By: Liz John, SPEER Communications Manager

Katrina, Harvey, Laura, Ida… hurricane season is upon us. Based on this summer’s unrelenting heat across the nation, it’s easy to fear that 2022 will produce monster storms. When Hurricane Laura slammed ashore along the Gulf Coast in 2020, experts said that Louisiana had not witnessed such intensity since 1856. The wind speed at landfall was higher than Hurricane Katrina’s as Laura barreled into New Orleans. Roughly 500,000 Texans and Louisianans lost power in this recent storm. In Texas, many petrochemical facilities, ports, and refineries closed as a precaution, affecting those hundreds of miles away.

Prior to Laura, record-breaking Hurricane Michael devastated coastal communities, especially in Florida, in 2018. There is no denying that storms are getting stronger and larger, and communities across the nation are becoming more vulnerable to natural disasters. As these events strengthen, the ecosystems on which we depend weaken. The National Oceanic and Atmospheric Administration (NOAA) states that as of 2016 approximately 40% of the nation’s population call coastal counties home. This is equal to 127 million people. So, the question is, how do we become more resilient?

Building Codes:

According to the Insurance Institute for Business & Home Safety (IBHS), minimum improvements over base building codes can help homeowners lower the overall cost of their community’s recovery after a disaster. Studies show every $1 spent on disaster mitigation saves $4 in community disaster recovery expenses. This is huge! If local governments and cities adopt more current and stronger building codes, some of the damage to homes and cities can be averted. 

Building codes have greatly improved resilience against disasters and set minimum requirements to protect lives. They increase passive survivability (the presence of critical life-support conditions) during extended loss of electric power.

The home pictured below in Mexico Beach, Florida was unscathed amidst flattened houses after Hurricane Michael.


E4TheFuture explains in Energy Efficiency: A Critical Component to Preparedness for Extreme Weather that the owner worked with experts to design and build this house to handle extreme weather events, using insulated concrete forms rather than taking a typical “design-to-code” approach.

More efficient buildings based on stronger building codes will significantly reduce energy use, help lower bills, and increase resilience.

It’s also important to focus on what energy use looks like under normal conditions. Inefficient buildings put unnecessary stress on the grid. In the United States, residential and commercial buildings are responsible for roughly 40% of energy use. In the ERCOT grid, which manages the flow of energy to 90% of Texans, residential electric load is the largest “peak demand” culprit, mostly due to aging structures built prior to codes being implemented. These homes leak air and waste a lot of energy so reducing that demand is crucial for system reliability.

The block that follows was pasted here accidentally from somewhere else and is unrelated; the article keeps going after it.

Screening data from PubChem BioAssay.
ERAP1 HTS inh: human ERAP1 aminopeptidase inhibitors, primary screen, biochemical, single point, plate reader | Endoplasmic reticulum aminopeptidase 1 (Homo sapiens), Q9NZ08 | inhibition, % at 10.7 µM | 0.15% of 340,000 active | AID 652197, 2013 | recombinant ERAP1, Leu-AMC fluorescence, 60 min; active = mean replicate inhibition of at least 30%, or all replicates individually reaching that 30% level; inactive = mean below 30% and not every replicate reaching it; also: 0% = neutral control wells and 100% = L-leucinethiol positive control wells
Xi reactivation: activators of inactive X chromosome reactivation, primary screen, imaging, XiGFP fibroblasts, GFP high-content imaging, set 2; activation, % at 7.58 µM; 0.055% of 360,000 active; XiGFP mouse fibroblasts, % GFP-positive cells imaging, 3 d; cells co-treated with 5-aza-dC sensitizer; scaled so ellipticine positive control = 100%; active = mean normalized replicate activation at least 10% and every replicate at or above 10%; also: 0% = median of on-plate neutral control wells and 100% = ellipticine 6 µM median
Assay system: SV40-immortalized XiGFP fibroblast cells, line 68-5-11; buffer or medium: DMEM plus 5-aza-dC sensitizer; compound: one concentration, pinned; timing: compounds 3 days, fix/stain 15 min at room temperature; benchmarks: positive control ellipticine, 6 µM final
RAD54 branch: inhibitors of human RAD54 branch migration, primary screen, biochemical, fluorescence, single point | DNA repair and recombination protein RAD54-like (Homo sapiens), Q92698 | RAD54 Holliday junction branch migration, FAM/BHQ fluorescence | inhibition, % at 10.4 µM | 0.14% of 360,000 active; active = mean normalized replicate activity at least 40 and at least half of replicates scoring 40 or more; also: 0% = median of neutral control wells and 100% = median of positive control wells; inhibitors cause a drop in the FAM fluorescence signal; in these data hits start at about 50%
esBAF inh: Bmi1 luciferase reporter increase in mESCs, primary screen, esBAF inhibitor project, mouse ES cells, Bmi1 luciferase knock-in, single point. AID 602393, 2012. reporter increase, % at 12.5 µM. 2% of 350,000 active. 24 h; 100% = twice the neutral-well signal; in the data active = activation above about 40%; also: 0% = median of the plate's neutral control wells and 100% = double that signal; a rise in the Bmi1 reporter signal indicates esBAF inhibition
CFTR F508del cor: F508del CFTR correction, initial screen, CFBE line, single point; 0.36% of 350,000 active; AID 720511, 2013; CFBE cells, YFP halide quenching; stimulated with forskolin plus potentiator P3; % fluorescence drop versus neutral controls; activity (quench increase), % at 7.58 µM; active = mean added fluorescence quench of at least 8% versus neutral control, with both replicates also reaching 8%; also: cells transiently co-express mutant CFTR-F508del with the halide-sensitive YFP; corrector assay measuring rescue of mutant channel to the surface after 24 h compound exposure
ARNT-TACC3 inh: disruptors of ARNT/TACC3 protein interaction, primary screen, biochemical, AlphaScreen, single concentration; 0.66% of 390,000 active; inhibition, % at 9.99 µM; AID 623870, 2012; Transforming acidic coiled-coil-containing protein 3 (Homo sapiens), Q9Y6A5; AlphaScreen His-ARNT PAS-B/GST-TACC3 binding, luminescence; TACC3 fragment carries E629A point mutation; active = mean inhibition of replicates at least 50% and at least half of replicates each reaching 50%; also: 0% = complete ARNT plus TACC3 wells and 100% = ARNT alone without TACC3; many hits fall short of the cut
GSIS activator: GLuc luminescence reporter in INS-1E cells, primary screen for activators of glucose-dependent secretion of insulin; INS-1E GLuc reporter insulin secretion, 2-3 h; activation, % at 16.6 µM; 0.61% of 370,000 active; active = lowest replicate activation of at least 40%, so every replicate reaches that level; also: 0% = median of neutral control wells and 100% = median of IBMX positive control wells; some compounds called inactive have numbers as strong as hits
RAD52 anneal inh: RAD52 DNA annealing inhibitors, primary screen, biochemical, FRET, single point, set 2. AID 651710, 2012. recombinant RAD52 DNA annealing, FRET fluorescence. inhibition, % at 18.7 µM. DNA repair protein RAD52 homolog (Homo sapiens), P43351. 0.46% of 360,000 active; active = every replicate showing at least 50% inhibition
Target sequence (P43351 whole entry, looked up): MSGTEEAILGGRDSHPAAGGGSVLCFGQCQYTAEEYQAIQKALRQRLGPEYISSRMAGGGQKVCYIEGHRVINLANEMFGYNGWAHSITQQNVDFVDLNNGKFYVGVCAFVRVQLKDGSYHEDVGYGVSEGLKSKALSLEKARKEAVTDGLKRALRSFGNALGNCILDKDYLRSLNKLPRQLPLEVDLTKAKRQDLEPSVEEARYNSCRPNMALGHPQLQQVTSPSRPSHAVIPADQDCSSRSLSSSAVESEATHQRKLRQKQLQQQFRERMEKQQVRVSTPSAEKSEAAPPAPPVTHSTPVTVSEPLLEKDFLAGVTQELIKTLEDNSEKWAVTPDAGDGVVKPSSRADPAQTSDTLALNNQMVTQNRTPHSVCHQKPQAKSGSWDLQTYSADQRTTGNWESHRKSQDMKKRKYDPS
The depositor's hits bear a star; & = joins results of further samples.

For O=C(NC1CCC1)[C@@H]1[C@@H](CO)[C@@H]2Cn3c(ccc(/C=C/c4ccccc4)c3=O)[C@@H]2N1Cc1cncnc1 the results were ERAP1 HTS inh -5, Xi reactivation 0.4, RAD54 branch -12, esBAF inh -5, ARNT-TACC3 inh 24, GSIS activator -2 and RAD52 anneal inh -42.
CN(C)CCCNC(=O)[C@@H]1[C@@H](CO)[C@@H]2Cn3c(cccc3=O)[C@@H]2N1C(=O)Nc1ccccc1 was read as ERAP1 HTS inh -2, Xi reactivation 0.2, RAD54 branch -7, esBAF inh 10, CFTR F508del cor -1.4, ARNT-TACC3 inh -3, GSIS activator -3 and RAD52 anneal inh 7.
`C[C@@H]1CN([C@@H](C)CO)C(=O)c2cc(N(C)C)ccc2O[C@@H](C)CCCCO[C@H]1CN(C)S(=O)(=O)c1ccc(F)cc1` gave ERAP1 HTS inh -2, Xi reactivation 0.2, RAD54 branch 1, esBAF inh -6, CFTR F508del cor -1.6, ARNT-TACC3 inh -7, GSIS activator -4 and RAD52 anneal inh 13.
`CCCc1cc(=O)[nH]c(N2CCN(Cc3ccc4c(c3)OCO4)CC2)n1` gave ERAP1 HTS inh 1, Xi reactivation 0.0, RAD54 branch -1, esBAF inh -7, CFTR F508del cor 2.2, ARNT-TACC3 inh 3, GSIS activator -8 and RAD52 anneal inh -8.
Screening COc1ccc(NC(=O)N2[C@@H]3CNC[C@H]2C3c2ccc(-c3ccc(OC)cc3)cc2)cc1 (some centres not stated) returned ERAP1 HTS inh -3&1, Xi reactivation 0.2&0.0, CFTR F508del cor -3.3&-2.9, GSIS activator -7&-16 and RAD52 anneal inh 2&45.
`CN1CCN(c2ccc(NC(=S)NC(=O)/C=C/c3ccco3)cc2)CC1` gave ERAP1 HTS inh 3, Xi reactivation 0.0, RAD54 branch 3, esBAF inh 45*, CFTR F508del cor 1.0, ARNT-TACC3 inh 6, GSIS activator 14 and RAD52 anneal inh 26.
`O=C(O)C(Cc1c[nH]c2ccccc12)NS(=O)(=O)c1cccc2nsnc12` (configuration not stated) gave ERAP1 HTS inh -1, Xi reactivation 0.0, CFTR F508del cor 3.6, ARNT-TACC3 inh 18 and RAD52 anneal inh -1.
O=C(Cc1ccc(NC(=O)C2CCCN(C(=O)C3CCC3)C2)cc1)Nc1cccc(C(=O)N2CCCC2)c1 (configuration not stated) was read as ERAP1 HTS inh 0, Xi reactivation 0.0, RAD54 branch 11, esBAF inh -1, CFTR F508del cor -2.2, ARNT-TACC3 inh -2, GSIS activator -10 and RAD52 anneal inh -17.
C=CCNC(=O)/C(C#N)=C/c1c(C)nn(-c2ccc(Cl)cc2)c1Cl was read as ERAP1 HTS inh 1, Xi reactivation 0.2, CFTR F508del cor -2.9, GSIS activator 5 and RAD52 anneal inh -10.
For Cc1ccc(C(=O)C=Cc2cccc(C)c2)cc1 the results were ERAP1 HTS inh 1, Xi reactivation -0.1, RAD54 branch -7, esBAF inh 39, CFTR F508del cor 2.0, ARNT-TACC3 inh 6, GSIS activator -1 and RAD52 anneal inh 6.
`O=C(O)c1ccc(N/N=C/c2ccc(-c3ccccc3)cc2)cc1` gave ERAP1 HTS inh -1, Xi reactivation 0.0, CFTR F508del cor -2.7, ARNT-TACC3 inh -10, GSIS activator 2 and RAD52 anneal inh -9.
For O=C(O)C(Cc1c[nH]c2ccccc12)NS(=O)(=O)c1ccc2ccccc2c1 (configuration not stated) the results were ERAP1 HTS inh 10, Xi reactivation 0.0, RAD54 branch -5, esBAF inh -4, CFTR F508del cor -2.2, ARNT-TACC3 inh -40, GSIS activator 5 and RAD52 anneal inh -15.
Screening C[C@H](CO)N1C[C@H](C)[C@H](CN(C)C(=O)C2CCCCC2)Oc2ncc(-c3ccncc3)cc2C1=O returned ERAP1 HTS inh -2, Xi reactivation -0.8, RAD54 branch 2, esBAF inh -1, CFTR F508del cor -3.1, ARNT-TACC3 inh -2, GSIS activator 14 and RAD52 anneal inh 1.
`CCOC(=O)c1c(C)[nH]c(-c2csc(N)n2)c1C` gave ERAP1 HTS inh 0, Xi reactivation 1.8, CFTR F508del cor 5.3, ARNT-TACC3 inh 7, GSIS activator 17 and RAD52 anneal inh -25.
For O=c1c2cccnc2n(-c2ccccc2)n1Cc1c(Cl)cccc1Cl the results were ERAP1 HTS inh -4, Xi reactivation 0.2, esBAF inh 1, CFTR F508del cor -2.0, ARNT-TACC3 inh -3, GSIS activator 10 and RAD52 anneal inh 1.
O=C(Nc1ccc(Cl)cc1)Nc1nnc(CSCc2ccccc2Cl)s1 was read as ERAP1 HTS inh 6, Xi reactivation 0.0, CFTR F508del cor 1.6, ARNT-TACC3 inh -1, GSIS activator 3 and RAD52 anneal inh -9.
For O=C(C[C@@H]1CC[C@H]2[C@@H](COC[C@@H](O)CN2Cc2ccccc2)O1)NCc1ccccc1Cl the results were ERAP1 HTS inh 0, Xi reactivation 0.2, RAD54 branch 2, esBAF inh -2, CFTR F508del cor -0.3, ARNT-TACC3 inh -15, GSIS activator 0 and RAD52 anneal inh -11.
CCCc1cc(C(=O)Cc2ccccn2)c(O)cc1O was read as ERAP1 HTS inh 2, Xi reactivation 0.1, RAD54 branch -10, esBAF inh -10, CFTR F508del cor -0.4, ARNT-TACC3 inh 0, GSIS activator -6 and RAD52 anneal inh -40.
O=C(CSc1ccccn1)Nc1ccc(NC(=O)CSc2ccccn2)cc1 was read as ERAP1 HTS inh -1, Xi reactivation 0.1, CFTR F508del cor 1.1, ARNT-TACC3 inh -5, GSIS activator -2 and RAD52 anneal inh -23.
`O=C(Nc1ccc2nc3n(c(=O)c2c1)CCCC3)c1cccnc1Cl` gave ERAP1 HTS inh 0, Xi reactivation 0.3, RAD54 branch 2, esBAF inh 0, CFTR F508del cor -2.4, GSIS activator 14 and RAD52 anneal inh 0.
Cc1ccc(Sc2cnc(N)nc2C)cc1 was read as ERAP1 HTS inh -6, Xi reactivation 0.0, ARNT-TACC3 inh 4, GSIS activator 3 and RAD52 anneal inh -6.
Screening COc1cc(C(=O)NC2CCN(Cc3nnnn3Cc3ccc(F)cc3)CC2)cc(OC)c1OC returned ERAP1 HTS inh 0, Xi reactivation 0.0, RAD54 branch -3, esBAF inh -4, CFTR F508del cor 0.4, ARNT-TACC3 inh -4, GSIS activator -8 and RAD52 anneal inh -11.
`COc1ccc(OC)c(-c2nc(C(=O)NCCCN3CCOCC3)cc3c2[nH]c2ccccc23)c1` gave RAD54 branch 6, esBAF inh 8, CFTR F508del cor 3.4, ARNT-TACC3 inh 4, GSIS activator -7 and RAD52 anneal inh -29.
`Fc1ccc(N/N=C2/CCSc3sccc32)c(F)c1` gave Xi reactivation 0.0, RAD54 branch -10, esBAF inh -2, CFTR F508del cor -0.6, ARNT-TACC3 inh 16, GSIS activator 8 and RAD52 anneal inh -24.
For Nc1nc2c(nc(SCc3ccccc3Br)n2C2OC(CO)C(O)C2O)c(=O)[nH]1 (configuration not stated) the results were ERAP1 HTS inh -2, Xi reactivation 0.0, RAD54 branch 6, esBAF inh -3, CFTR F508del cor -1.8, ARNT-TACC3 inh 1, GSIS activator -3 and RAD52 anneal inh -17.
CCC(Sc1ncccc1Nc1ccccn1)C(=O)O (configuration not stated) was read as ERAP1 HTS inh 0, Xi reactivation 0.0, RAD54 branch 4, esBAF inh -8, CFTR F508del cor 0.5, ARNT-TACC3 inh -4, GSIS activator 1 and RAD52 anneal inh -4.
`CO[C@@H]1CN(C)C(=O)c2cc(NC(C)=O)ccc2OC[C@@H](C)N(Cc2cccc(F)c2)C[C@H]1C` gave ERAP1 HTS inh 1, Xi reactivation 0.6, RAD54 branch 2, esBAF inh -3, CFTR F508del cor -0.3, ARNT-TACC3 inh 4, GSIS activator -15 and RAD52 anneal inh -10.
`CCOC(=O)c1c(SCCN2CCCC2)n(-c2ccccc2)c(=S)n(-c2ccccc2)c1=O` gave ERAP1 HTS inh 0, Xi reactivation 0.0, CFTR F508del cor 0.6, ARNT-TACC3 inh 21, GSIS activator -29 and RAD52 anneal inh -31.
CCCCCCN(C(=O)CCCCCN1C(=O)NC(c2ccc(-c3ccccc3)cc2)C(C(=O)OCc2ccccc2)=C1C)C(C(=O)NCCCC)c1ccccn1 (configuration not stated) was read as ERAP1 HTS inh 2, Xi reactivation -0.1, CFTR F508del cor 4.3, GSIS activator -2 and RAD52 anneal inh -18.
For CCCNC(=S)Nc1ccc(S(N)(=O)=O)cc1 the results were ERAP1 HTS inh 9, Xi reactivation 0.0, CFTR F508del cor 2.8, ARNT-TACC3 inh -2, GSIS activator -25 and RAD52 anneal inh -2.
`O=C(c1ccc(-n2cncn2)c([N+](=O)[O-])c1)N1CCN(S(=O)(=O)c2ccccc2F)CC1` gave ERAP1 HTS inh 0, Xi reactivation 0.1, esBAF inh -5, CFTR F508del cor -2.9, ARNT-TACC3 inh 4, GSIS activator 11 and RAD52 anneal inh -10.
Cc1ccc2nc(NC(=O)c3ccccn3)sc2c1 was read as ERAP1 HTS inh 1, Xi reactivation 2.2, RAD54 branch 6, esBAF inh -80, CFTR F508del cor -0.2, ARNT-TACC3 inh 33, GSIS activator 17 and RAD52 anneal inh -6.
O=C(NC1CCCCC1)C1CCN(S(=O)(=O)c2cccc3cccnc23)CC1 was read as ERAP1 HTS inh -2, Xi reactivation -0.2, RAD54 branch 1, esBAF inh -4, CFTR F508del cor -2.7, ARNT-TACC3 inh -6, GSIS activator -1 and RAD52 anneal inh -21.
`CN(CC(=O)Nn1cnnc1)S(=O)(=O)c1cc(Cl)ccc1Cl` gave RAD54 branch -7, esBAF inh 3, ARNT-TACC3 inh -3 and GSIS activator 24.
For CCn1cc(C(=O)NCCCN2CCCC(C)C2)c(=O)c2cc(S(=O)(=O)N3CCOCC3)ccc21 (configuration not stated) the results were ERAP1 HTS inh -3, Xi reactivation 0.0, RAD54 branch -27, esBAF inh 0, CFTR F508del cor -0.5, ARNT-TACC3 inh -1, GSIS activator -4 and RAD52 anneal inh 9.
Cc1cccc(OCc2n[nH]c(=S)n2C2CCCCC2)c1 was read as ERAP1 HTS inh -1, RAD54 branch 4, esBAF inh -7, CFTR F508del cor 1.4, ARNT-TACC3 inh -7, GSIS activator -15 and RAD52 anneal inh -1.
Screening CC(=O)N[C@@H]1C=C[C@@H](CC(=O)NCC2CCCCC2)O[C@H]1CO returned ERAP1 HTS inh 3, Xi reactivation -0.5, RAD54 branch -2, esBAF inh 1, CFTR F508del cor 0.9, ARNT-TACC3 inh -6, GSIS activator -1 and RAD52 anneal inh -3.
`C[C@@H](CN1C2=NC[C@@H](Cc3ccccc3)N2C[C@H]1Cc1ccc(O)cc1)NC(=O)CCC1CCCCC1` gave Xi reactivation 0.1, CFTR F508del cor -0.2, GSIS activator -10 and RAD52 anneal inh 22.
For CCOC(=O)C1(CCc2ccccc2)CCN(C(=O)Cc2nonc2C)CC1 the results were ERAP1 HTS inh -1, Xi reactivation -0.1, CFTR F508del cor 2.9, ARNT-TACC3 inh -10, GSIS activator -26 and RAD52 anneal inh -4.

Distributed Energy Resources:

More storms and stronger hurricanes cause more damage to power lines, often bringing down transformers. To some extent this could be avoided and help keep the lights (and AC) on with distributed energy resources (DERs), such as energy storage, rooftop and community solar, and electric vehicles. These are local sources of electricity that are easily and quickly dispatchable. DERs have the ability to increase the grid’s resilience, especially during natural disasters, by better ensuring electricity supply and backup provided by batteries or EVs.

DERs also can reduce demand which in turn avoids costly power plant construction while reducing strain on the transmission system. They can defer – or ultimately cancel the need for – infrastructure upgrades through “non-wires alternatives” like energy efficiency and distributed generation. These are important resources as they can help power a home when disaster strikes, and also create jobs, build stability for our aging grid, and produce energy with less pollution.

Recovery & Emergency Response:

Shelters and evacuation centers are typically part of any natural disaster response. Resources such as DERs have a role in resilience and recovery plans because they can operate independently via microgrids. Imagine being able to provide power to your home or emergency response centers during these times.

Electric Vehicles:

As the cost of electric vehicles (EVs) decreases, and as more charging stations are installed, the adoption of electric vehicles is rising. In fact, electric vehicles hit 5% of new car sales in the United States in the second quarter of 2022. EVs are an efficient alternative to ICE vehicles, producing zero tailpipe emissions. They also have a place for recovery and resilience during disasters. For example, the Nissan LEAF enables EVs to share the energy stored in their batteries with homes, buildings, and communities.

Consider what happens when the majority of gas-powered government and utility fleets and the fuel supply is disrupted by a major storm. Integrating EVs into an emergency operation plan can help ensure that emergency and recovery vehicles can operate as usual.

Mother Nature is a powerful force to reckon with, but we can take action to be better prepared in the face of natural disasters. By becoming more efficient, we can create a more resilient future and jobs to stimulate local economies. Our homes and offices can be built to higher standards, giving them the ability to withstand strong storms and hurricanes, while providing better indoor air quality. Let’s strive for resilience, strengthening our ability to protect, mitigate and recover from severe storms and create a more sustainable community.

You can act now by becoming a supporter of this year’s Energy Efficiency Day on October 5! You can also ask your elected officials to issue a proclamation.